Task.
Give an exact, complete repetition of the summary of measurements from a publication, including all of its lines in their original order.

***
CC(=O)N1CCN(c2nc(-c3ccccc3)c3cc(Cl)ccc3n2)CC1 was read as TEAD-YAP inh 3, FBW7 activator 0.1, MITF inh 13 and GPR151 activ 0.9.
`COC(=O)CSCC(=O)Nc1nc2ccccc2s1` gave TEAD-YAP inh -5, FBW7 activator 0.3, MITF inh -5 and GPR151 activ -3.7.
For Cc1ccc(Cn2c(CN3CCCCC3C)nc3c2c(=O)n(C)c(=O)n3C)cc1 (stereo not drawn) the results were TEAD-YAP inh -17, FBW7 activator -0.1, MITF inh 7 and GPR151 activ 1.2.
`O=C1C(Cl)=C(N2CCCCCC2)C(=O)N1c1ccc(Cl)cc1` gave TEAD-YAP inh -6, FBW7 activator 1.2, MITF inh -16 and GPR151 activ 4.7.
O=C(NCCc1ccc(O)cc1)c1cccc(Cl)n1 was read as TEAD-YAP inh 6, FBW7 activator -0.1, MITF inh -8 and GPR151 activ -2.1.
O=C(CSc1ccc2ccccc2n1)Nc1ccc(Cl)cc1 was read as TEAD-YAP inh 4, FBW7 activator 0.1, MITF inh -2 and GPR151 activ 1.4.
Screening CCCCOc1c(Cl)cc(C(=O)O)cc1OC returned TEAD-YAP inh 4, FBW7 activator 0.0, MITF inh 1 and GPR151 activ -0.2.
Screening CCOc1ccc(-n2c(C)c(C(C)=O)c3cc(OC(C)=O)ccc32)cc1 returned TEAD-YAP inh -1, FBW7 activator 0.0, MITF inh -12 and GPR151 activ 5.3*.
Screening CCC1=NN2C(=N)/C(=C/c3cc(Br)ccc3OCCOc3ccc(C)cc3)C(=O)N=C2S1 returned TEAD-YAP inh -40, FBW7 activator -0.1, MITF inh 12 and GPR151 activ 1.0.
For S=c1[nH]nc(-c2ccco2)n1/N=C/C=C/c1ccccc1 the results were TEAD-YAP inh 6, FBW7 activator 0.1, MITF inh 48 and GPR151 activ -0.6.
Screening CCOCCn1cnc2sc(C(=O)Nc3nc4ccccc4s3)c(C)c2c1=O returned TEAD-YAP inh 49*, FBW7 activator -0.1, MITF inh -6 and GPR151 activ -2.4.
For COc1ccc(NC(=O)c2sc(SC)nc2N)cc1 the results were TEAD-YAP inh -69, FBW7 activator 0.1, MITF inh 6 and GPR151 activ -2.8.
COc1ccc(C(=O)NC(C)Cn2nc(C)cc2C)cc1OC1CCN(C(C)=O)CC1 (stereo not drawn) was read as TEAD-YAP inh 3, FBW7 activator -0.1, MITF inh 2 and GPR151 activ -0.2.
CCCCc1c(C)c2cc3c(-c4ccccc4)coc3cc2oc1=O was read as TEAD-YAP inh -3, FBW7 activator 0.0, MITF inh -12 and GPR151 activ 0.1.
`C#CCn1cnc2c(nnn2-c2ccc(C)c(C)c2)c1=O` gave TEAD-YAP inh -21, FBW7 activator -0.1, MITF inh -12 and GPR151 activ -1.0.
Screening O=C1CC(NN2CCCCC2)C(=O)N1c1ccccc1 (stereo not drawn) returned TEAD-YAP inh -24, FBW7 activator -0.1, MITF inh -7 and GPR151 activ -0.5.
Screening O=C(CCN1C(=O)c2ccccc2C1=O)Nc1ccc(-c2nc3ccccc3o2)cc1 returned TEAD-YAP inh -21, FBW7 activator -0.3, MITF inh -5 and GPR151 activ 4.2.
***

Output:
CC(=O)N1CCN(c2nc(-c3ccccc3)c3cc(Cl)ccc3n2)CC1 was read as TEAD-YAP inh 3, FBW7 activator 0.1, MITF inh 13 and GPR151 activ 0.9.
`COC(=O)CSCC(=O)Nc1nc2ccccc2s1` gave TEAD-YAP inh -5, FBW7 activator 0.3, MITF inh -5 and GPR151 activ -3.7.
For Cc1ccc(Cn2c(CN3CCCCC3C)nc3c2c(=O)n(C)c(=O)n3C)cc1 (stereo not drawn) the results were TEAD-YAP inh -17, FBW7 activator -0.1, MITF inh 7 and GPR151 activ 1.2.
`O=C1C(Cl)=C(N2CCCCCC2)C(=O)N1c1ccc(Cl)cc1` gave TEAD-YAP inh -6, FBW7 activator 1.2, MITF inh -16 and GPR151 activ 4.7.
O=C(NCCc1ccc(O)cc1)c1cccc(Cl)n1 was read as TEAD-YAP inh 6, FBW7 activator -0.1, MITF inh -8 and GPR151 activ -2.1.
O=C(CSc1ccc2ccccc2n1)Nc1ccc(Cl)cc1 was read as TEAD-YAP inh 4, FBW7 activator 0.1, MITF inh -2 and GPR151 activ 1.4.
Screening CCCCOc1c(Cl)cc(C(=O)O)cc1OC returned TEAD-YAP inh 4, FBW7 activator 0.0, MITF inh 1 and GPR151 activ -0.2.
Screening CCOc1ccc(-n2c(C)c(C(C)=O)c3cc(OC(C)=O)ccc32)cc1 returned TEAD-YAP inh -1, FBW7 activator 0.0, MITF inh -12 and GPR151 activ 5.3*.
Screening CCC1=NN2C(=N)/C(=C/c3cc(Br)ccc3OCCOc3ccc(C)cc3)C(=O)N=C2S1 returned TEAD-YAP inh -40, FBW7 activator -0.1, MITF inh 12 and GPR151 activ 1.0.
For S=c1[nH]nc(-c2ccco2)n1/N=C/C=C/c1ccccc1 the results were TEAD-YAP inh 6, FBW7 activator 0.1, MITF inh 48 and GPR151 activ -0.6.
Screening CCOCCn1cnc2sc(C(=O)Nc3nc4ccccc4s3)c(C)c2c1=O returned TEAD-YAP inh 49*, FBW7 activator -0.1, MITF inh -6 and GPR151 activ -2.4.
For COc1ccc(NC(=O)c2sc(SC)nc2N)cc1 the results were TEAD-YAP inh -69, FBW7 activator 0.1, MITF inh 6 and GPR151 activ -2.8.
COc1ccc(C(=O)NC(C)Cn2nc(C)cc2C)cc1OC1CCN(C(C)=O)CC1 (stereo not drawn) was read as TEAD-YAP inh 3, FBW7 activator -0.1, MITF inh 2 and GPR151 activ -0.2.
CCCCc1c(C)c2cc3c(-c4ccccc4)coc3cc2oc1=O was read as TEAD-YAP inh -3, FBW7 activator 0.0, MITF inh -12 and GPR151 activ 0.1.
`C#CCn1cnc2c(nnn2-c2ccc(C)c(C)c2)c1=O` gave TEAD-YAP inh -21, FBW7 activator -0.1, MITF inh -12 and GPR151 activ -1.0.
Screening O=C1CC(NN2CCCCC2)C(=O)N1c1ccccc1 (stereo not drawn) returned TEAD-YAP inh -24, FBW7 activator -0.1, MITF inh -7 and GPR151 activ -0.5.
Screening O=C(CCN1C(=O)c2ccccc2C1=O)Nc1ccc(-c2nc3ccccc3o2)cc1 returned TEAD-YAP inh -21, FBW7 activator -0.3, MITF inh -5 and GPR151 activ 4.2.